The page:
D.C. from Texas writes:
Dear Mister Condo,
Does a condominium association in Texas have to follow an A-Z or 1-10 process in running the meeting? Or is it okay to run the meeting any way felt best after the meeting is called to order and last month’s minutes are read? Some people think it has to be strict step by step, no altering, all the way to closing the meeting; and, some say as long as the meeting is called to order and there is quorum and the last meetings minutes were read, it’s up to the board to cover the topics required in any order they feel is fit since sometimes there is little or nothing in some areas of the meeting to discuss, like landscaping, or external lighting.
Mister Condo replies:
D.C., when you say “A-Z or 1-10 process in running the meeting”, I assume you are referring to Robert Rules of Orders and a published agenda for the meeting. Most association can dispense with the formality of Roberts Rules with a simple vote of the meeting attendees. The whole point of having meeting agendas is to assist in the order of business and to make sure important topics aren’t missed. Every association is different and the nature of having volunteer Board Members can make controlling the meeting difficult. The agenda gets rid of that problem and keep the meeting on track. My personal experience with Boards that don’t stick to an agenda is that their meetings tend to run long and they don’t always get as much accomplished as they might had they stuck to the written agenda. I am not an attorney nor an expert in Texas law so if you need a legal opinion, kindly seek out someone who can provide it. My friendly advice is to dispense with Roberts Rules of Order unless needed and stick to the published agenda. You’ll get more done and keep the meeting to a reasonable length. Good luck!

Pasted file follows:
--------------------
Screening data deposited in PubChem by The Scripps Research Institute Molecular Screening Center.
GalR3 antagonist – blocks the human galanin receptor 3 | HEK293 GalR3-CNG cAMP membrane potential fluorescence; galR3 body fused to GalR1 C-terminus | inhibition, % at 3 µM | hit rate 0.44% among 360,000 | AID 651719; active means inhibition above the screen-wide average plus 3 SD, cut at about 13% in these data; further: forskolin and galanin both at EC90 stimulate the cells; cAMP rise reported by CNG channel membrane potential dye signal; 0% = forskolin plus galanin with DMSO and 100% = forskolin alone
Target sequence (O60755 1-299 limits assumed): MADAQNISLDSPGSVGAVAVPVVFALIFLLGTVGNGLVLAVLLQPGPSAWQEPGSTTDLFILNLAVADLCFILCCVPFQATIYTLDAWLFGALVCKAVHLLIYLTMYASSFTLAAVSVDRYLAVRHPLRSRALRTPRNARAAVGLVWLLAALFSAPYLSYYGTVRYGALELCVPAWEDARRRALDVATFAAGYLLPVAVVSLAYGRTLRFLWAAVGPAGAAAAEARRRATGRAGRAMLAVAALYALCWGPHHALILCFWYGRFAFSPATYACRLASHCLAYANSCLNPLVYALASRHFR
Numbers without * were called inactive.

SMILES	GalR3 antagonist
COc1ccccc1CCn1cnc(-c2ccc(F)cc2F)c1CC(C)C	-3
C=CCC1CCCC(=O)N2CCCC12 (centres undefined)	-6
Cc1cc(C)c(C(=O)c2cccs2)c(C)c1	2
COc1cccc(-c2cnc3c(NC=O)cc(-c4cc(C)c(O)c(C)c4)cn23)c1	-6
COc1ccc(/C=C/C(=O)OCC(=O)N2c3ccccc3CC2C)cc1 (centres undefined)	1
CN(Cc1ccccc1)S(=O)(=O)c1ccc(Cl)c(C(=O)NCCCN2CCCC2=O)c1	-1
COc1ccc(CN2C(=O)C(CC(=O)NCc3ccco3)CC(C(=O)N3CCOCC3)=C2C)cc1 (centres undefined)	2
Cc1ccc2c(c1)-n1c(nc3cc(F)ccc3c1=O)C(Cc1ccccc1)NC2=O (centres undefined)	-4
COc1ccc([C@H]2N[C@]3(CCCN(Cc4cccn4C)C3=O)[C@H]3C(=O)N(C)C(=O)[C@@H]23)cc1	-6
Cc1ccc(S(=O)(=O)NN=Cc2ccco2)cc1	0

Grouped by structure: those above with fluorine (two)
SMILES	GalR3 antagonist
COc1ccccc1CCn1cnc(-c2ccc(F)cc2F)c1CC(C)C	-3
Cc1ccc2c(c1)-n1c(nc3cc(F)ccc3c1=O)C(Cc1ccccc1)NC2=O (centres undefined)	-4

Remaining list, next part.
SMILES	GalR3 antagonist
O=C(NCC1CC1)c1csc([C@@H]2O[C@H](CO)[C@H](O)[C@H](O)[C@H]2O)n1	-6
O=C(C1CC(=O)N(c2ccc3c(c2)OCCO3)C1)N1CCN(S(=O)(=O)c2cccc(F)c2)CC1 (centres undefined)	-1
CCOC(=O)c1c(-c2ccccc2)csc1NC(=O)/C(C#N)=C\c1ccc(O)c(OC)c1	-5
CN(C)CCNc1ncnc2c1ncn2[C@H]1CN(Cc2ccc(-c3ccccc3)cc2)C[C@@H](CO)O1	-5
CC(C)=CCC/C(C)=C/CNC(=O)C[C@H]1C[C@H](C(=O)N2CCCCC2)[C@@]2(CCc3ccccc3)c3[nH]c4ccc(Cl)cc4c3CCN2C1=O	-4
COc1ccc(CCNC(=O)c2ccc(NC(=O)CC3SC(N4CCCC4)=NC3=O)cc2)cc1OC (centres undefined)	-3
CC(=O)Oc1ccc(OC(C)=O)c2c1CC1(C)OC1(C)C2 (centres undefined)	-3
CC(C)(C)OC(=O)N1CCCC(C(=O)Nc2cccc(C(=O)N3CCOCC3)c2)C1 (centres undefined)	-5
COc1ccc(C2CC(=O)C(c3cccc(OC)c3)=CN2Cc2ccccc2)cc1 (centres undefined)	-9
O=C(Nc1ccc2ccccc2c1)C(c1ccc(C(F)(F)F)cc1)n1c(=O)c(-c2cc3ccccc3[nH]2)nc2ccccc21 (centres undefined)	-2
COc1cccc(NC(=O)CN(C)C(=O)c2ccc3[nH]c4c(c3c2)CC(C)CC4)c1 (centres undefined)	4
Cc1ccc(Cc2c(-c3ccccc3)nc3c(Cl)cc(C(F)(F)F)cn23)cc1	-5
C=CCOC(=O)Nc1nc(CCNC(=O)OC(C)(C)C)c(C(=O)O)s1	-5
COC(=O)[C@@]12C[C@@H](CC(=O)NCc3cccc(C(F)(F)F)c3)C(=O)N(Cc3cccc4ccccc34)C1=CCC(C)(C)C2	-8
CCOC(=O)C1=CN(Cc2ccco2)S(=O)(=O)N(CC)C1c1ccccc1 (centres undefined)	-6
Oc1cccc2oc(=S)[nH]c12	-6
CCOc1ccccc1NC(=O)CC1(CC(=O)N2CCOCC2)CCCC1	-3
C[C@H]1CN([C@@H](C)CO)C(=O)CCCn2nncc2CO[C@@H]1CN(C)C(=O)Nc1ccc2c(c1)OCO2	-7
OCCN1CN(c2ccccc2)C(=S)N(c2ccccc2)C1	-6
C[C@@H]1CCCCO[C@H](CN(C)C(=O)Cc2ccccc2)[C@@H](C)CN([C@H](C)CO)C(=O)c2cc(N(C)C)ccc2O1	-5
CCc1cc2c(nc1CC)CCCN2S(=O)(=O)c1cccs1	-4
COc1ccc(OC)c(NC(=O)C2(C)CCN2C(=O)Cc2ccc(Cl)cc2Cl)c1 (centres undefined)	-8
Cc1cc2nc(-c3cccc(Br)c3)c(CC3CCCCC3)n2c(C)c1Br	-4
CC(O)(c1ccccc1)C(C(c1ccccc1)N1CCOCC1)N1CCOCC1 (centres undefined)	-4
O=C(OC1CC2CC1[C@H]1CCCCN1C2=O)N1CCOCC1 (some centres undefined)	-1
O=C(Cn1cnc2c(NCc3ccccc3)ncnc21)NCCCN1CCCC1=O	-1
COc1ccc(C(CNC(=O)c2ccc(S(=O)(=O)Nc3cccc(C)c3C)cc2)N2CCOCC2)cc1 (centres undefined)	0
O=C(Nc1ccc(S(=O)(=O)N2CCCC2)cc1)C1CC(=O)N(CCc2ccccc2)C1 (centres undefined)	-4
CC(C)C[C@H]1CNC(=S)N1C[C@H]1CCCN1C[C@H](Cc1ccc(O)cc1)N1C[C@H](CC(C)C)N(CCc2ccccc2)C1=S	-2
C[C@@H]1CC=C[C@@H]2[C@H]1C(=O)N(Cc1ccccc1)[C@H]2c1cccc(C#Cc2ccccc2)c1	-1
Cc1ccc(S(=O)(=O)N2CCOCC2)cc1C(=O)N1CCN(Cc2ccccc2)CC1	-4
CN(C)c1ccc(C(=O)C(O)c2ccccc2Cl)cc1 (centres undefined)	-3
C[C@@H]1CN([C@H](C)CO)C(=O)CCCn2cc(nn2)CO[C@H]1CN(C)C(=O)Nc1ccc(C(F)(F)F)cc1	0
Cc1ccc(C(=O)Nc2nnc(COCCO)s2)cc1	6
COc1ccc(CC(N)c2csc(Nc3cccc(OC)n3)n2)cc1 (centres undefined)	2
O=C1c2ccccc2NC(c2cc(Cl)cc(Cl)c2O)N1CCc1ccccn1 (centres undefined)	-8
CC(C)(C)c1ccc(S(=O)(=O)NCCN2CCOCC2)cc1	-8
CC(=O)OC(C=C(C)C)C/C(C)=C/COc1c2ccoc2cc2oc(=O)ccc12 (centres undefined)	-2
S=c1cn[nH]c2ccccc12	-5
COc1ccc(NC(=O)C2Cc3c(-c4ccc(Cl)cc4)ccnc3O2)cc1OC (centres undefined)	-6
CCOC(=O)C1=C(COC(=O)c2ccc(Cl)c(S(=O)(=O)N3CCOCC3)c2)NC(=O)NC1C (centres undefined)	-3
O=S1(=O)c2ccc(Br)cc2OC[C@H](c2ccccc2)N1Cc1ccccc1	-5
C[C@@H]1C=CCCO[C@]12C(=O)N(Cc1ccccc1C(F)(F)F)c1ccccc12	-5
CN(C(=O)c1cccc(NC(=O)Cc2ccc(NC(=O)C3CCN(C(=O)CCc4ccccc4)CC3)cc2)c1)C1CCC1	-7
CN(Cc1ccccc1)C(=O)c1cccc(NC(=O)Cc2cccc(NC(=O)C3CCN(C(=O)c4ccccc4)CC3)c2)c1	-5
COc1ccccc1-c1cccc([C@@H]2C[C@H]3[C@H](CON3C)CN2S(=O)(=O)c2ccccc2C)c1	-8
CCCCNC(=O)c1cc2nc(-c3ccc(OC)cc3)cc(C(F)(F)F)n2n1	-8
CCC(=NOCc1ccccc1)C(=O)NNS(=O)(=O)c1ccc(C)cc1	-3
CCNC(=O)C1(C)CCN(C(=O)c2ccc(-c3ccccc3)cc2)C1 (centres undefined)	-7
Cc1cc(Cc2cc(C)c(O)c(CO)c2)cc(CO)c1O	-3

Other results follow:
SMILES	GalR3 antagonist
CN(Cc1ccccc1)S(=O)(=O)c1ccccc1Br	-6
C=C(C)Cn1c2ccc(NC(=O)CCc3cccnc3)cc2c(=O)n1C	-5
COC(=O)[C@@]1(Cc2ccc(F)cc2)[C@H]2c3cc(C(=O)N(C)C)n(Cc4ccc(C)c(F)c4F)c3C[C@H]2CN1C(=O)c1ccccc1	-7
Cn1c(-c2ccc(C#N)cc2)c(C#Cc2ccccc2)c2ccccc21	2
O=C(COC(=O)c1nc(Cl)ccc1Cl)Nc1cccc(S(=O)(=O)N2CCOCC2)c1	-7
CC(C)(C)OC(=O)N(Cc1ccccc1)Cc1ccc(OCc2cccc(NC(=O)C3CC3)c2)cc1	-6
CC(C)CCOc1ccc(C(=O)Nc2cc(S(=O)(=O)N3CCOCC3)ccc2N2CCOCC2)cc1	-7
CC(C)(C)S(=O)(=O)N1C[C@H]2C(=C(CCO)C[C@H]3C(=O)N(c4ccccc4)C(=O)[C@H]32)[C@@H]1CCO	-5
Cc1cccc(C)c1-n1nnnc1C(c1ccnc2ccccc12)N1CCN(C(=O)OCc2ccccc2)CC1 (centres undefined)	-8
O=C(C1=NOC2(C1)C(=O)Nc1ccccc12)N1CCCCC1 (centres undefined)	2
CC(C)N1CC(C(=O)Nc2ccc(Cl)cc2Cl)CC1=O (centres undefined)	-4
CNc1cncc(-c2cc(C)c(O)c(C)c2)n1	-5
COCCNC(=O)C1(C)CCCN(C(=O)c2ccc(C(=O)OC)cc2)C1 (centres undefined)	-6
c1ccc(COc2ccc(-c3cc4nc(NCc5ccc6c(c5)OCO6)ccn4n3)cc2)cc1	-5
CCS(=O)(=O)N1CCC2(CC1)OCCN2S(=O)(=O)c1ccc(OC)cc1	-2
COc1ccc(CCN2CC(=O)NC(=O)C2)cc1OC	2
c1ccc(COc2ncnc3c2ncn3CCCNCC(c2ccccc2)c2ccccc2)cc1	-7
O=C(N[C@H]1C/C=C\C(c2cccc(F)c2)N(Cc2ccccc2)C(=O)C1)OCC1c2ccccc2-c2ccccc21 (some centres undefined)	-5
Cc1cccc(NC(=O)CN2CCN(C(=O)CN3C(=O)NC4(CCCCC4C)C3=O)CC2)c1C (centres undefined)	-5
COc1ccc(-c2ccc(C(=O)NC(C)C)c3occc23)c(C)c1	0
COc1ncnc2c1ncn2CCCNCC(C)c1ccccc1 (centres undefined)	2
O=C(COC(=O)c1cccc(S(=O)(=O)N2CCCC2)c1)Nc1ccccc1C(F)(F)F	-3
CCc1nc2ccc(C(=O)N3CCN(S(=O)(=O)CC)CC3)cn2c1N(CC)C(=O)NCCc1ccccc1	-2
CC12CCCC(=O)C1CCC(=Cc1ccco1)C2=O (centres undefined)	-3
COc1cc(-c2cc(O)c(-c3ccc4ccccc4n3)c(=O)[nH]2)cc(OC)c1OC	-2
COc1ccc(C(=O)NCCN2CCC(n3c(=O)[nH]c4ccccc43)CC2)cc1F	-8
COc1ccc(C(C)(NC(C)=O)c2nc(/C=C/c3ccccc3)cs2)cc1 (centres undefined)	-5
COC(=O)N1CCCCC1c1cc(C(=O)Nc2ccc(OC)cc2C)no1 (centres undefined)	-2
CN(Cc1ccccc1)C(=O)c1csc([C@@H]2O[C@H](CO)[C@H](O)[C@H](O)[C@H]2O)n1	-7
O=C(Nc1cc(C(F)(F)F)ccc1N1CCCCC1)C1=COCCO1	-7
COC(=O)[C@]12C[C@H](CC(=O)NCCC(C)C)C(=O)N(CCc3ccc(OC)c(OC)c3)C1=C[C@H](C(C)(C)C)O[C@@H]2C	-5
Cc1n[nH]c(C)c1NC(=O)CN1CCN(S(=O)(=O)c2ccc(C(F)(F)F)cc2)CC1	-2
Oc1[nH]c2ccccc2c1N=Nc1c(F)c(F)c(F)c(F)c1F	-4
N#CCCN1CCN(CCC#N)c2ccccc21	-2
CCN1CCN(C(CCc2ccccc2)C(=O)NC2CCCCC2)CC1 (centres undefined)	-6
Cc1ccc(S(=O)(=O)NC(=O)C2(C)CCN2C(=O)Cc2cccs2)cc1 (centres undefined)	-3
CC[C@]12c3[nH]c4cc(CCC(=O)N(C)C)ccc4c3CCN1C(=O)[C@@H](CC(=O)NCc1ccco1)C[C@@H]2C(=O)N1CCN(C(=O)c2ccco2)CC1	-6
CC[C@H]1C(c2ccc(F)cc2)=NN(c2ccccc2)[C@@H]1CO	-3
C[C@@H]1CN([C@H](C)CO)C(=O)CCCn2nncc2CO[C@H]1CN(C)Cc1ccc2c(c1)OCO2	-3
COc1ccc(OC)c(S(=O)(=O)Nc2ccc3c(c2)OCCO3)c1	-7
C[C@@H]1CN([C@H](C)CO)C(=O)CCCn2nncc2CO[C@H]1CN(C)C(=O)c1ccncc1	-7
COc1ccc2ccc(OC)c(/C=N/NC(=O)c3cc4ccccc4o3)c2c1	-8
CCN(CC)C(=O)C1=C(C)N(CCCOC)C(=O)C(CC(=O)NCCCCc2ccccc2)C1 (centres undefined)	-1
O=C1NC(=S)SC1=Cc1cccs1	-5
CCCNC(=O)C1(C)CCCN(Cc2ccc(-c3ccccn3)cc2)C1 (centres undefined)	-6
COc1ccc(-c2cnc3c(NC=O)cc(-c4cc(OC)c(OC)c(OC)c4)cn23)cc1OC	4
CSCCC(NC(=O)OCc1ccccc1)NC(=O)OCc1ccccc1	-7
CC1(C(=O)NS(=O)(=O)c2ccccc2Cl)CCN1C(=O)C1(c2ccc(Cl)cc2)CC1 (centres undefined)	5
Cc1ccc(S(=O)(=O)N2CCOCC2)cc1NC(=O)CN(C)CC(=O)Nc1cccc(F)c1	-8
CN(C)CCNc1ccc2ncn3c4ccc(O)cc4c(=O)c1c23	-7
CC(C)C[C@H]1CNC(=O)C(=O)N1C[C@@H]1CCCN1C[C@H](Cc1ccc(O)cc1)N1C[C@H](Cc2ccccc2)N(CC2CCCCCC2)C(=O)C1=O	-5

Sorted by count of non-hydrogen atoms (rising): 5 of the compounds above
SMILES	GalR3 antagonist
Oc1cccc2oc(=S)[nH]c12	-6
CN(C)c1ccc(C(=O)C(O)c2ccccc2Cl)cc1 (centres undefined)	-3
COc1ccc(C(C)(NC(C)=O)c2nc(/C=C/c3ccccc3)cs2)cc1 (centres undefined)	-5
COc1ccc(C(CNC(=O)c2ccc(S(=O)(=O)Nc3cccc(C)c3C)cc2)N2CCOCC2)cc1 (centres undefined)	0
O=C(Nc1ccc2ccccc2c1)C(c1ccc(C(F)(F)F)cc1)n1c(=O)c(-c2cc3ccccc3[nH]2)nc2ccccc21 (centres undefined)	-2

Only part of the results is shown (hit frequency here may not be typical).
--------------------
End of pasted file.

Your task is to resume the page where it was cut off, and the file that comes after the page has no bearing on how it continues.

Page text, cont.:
1 thought on “Condo Board Not Sticking to Agenda or Rules of Order”
The backbone of any meeting is the meeting minutes: if it isn’t in the minutes, it didn’t happen.
Publishing an agenda helps owner attendance, and board and manager preparation. Minutes should include — and follow — the agenda.
A savvy prospective owner will review several years’ board meeting minutes, to get a sense of how the association is operated.
Minutes can be the ‘first impression’ of an association during due diligence, and they certainly are interesting to involved legal teams.